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China’s economic recovery is under way as consumer comeback remains elusive



BEIJING (Reuters) – China’s retail sales slipped in July, pushing expectations for a modest increase as consumers in the world’s second-largest economy failed to shake up the coronavirus while the factory sector’s recovery struggled to pick up speed.

FILE PHOTO: People wear protective face masks as seen in a shopping complex following an outbreak of coronavirus (COVID-19) in Beijing, China July 17, 2020. REUTERS / Thomas Peter

Asian markets retreated Friday after the disappointing set of economic indicators that raised concerns about the fragility of China’s emergence from coronavirus.

China’s recovery had gained momentum after the pandemic paralyzed huge chunks of the economy as rising demand, government stimulus and surprisingly elastic export revived activity.

However, data from July from the National Bureau of Statistics on Friday showed weaker-than-expected annual growth in manufacturing output and retail sales extend the decline to a seventh month. This was slightly offset by firmer real estate investments, which showed that the recent stimulus supported construction.

Some analysts attributed the loss of momentum in the economy to the heavy rains that have flooded southern China since June and several recent COVID-19 eruptions that led to partial shutdowns.

“Although there may be a modest rebound in some investment activity if the floods subside in the coming months, we expect the subsequent recovery momentum to be weaker in the second half of the year,” Nomura analysts said in a note, citing declining factors. demand became less the chances of more policy easing and rising tensions between the US and China.

Industrial production increased 4.8% in July from the previous year, in line with June’s growth, but less than an expected increase of 5.1%.

Retail sales fell 1.1% year-on-year, missing forecasts for a 0.1% increase and after June’s 1.8% decline.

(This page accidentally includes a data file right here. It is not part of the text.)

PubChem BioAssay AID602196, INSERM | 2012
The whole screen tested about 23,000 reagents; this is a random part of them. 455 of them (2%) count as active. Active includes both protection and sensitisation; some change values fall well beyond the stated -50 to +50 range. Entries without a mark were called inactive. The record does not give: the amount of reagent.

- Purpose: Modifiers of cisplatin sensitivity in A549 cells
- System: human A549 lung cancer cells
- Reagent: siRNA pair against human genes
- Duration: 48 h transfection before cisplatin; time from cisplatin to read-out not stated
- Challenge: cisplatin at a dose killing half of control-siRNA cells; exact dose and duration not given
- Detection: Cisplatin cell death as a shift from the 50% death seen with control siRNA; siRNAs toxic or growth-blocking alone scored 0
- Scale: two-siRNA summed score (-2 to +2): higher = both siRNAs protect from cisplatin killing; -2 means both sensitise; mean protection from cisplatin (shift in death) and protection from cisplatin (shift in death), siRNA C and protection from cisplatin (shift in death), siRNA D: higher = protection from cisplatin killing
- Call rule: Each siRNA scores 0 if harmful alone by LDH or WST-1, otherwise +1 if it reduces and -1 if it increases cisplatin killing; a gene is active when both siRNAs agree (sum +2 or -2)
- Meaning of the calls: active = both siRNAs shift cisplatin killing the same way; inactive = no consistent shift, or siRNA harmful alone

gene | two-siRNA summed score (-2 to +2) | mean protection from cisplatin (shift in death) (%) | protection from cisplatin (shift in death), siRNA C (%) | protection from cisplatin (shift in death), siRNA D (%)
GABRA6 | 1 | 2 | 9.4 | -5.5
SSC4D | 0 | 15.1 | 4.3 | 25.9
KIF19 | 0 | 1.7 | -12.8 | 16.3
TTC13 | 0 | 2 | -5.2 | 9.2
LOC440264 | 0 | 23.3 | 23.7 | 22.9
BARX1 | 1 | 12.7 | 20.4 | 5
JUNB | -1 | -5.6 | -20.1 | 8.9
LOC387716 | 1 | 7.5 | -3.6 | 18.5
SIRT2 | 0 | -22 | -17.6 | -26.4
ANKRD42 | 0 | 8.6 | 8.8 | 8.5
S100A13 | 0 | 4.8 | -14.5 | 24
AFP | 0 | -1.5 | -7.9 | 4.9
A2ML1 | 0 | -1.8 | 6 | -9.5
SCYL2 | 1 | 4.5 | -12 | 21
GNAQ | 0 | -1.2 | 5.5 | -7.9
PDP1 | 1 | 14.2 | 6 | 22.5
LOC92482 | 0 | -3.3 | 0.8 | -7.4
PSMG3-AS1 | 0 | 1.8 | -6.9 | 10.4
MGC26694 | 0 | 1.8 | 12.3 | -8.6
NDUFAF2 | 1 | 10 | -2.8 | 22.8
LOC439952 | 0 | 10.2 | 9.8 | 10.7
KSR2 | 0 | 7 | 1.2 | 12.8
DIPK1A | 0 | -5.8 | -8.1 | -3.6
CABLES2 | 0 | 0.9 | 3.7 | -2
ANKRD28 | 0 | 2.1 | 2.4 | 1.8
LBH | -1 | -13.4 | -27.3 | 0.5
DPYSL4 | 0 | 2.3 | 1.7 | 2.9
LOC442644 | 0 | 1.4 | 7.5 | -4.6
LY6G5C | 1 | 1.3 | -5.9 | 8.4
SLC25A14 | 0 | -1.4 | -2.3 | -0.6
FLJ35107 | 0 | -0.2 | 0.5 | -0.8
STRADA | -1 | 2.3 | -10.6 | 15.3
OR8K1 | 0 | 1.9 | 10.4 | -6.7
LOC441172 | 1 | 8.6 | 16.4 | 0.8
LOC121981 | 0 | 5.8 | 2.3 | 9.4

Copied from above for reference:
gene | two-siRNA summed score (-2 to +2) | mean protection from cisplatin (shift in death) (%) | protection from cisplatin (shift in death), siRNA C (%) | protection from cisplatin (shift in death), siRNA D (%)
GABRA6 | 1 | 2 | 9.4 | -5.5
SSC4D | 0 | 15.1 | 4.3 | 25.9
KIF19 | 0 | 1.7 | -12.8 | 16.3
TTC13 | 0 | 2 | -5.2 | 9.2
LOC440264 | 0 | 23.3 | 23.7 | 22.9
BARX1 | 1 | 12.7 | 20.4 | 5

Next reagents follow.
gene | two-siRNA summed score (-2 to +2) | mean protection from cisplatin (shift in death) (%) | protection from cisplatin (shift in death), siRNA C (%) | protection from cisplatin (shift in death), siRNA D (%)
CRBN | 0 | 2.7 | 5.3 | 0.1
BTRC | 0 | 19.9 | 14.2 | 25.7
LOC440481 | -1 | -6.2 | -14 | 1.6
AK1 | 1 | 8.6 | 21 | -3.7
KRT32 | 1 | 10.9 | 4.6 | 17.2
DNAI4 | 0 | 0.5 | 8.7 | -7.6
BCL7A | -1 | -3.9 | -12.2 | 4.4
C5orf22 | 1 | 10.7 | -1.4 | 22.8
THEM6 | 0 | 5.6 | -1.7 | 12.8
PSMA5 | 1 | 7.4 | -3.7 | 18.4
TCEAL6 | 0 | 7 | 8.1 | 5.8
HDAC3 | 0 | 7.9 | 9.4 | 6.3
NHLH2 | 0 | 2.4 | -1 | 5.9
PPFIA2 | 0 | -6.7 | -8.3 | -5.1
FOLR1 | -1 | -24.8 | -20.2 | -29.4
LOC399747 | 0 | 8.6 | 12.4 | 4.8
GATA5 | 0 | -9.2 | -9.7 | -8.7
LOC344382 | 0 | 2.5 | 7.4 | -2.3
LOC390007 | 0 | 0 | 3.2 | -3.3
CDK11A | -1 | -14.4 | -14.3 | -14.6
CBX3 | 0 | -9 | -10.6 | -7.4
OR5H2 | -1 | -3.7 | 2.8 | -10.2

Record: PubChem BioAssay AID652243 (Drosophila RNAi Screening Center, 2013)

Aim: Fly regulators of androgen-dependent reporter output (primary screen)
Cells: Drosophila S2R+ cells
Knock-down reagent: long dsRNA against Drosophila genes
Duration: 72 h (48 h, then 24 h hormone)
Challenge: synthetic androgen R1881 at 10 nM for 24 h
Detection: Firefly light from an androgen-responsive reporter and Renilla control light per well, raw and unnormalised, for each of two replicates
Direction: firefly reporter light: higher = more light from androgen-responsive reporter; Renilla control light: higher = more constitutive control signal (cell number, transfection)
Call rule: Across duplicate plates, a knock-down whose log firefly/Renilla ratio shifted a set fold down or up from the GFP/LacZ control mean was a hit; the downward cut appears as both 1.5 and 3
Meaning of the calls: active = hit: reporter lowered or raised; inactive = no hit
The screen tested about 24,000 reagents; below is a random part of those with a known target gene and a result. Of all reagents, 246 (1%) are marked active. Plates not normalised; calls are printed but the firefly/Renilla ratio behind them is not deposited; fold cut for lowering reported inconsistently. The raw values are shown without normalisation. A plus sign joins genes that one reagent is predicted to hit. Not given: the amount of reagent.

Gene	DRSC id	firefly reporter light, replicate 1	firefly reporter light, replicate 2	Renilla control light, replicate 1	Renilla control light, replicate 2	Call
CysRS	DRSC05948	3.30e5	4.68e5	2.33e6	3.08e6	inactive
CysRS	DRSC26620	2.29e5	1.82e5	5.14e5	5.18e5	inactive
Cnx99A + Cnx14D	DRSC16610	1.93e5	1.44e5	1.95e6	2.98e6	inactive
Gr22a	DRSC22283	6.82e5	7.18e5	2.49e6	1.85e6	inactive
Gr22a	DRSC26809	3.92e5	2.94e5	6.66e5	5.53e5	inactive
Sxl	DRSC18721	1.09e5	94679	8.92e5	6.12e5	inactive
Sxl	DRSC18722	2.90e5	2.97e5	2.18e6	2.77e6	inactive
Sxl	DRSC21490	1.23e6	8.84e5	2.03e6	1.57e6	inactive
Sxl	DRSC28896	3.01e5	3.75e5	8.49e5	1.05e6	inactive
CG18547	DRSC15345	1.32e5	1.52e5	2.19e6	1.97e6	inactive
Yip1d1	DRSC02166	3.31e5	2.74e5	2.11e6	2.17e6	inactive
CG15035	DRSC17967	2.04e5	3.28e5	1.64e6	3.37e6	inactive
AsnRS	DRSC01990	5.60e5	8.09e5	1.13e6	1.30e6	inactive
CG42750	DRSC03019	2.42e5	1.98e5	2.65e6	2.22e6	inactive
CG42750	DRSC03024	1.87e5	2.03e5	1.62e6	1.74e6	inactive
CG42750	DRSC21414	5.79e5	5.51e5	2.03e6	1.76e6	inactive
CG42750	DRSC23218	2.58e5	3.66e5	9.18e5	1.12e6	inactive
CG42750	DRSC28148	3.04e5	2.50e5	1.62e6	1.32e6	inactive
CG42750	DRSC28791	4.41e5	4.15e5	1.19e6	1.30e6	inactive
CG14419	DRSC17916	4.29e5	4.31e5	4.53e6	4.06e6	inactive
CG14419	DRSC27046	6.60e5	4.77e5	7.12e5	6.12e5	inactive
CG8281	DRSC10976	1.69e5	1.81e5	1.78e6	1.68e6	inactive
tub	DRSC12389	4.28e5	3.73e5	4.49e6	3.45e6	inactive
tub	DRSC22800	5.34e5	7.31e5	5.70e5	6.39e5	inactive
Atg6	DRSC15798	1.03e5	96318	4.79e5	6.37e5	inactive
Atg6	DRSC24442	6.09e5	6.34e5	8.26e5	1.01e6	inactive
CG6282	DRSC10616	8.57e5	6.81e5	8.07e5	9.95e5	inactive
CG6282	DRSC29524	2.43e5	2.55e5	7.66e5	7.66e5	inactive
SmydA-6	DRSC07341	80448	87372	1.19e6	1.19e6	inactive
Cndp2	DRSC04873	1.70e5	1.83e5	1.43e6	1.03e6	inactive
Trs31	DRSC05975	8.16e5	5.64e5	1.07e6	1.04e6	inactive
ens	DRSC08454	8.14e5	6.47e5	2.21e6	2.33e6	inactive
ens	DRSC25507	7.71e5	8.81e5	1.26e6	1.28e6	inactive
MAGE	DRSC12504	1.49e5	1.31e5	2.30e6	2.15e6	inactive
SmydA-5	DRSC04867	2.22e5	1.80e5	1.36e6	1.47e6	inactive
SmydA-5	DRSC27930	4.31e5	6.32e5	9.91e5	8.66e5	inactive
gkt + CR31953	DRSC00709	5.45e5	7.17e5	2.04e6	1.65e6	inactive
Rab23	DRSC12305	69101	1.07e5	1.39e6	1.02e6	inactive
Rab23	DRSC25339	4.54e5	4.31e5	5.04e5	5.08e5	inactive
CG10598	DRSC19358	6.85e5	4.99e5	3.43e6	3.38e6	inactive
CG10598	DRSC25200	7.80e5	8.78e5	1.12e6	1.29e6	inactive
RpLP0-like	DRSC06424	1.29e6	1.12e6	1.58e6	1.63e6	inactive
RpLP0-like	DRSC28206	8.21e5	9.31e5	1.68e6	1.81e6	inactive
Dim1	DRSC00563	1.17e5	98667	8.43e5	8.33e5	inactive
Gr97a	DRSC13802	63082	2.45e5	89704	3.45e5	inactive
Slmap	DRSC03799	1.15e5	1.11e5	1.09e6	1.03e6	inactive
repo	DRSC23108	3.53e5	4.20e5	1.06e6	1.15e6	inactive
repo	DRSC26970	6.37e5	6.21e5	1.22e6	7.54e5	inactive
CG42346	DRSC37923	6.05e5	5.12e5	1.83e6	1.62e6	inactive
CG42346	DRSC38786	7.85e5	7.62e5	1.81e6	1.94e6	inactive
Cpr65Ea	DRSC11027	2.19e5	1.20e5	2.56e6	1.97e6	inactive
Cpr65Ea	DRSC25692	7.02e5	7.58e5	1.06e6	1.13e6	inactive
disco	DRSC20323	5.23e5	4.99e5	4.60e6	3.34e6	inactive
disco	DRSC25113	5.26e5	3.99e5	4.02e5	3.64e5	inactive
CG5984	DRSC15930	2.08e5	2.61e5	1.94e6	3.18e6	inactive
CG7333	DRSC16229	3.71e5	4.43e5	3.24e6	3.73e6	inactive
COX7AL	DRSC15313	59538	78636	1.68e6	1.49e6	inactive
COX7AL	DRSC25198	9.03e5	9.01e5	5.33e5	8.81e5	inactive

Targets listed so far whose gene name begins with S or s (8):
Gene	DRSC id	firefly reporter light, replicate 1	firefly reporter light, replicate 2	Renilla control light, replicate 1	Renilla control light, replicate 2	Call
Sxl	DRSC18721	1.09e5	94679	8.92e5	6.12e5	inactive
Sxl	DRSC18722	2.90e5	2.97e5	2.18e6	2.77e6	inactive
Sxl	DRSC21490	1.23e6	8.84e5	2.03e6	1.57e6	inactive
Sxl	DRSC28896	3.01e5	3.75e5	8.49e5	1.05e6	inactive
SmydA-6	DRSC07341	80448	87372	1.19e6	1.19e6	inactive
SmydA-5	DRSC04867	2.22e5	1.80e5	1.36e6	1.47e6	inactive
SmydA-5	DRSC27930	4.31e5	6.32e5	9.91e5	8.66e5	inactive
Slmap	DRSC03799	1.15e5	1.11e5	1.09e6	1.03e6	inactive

The decline in retail sales was largely based on clothing, cosmetics, household appliances and furniture, all of which worsened from June.

A major exception was car sales, which rose 12.3%, reversing from a fall of 8.2% in June.

“Despite narrow declines in investment, consumption remained weak, highlighting the lasting economic shock of the coronavirus pandemic,” said Zhang Yi, chief economist at Zhonghai Shengrong Capital Management.

“Given that we are likely to see a resurgence of COVID in the autumn and winter, it is not recommended that monetary policy be tightened too soon and that fiscal policy remain inadequate.”

China’s nationwide survey-based unemployment rate for July remained high at 5.7%, the same as June.

INVESTMENT LIST SPOT

Helping bear the recovery, however, were investments driven by the rapid expansion in the real estate sector, with analysts expecting infrastructure spending to accelerate in the coming months amid government support.

China’s economy returned to second-quarter growth after a deep decline at the beginning of the year, but unexpected weakness in domestic consumption has slowed momentum.

Fixed assets fell 1.6% in January-July from the same period last year in line with expectations, but slower than a 3.1% decline in the first half.

July real estate investment grew at the fastest cut since April last year, supported by solid construction activity and easier lending. New house prices rose slightly more in July from a month earlier.

Infrastructure investments, which are a strong driver of growth, fell by 1.0% year-on-year, declining from a decline of 2.7% in the first half of the year.

“Once the floods are over, I believe that reconstruction work for the affected areas will increase investment in fixed assets and industrial production,” said Iris Pang, chief economist for Greater China at ING.

Another major risk is the increasingly tense relations between the United States and China ahead of the US presidential election in November, which analysts say has prompted Beijing to focus on domestic-driven growth.

“Changes in US-China relations have certainly had an impact on China as well as the United States,” Statistics Bureau spokesman Fu Linghui told a news conference.

“We still hope to maintain the equal and mutually beneficial development (in relationships).”

Additional reporting from Colin Qian; Editing Sam Holmes

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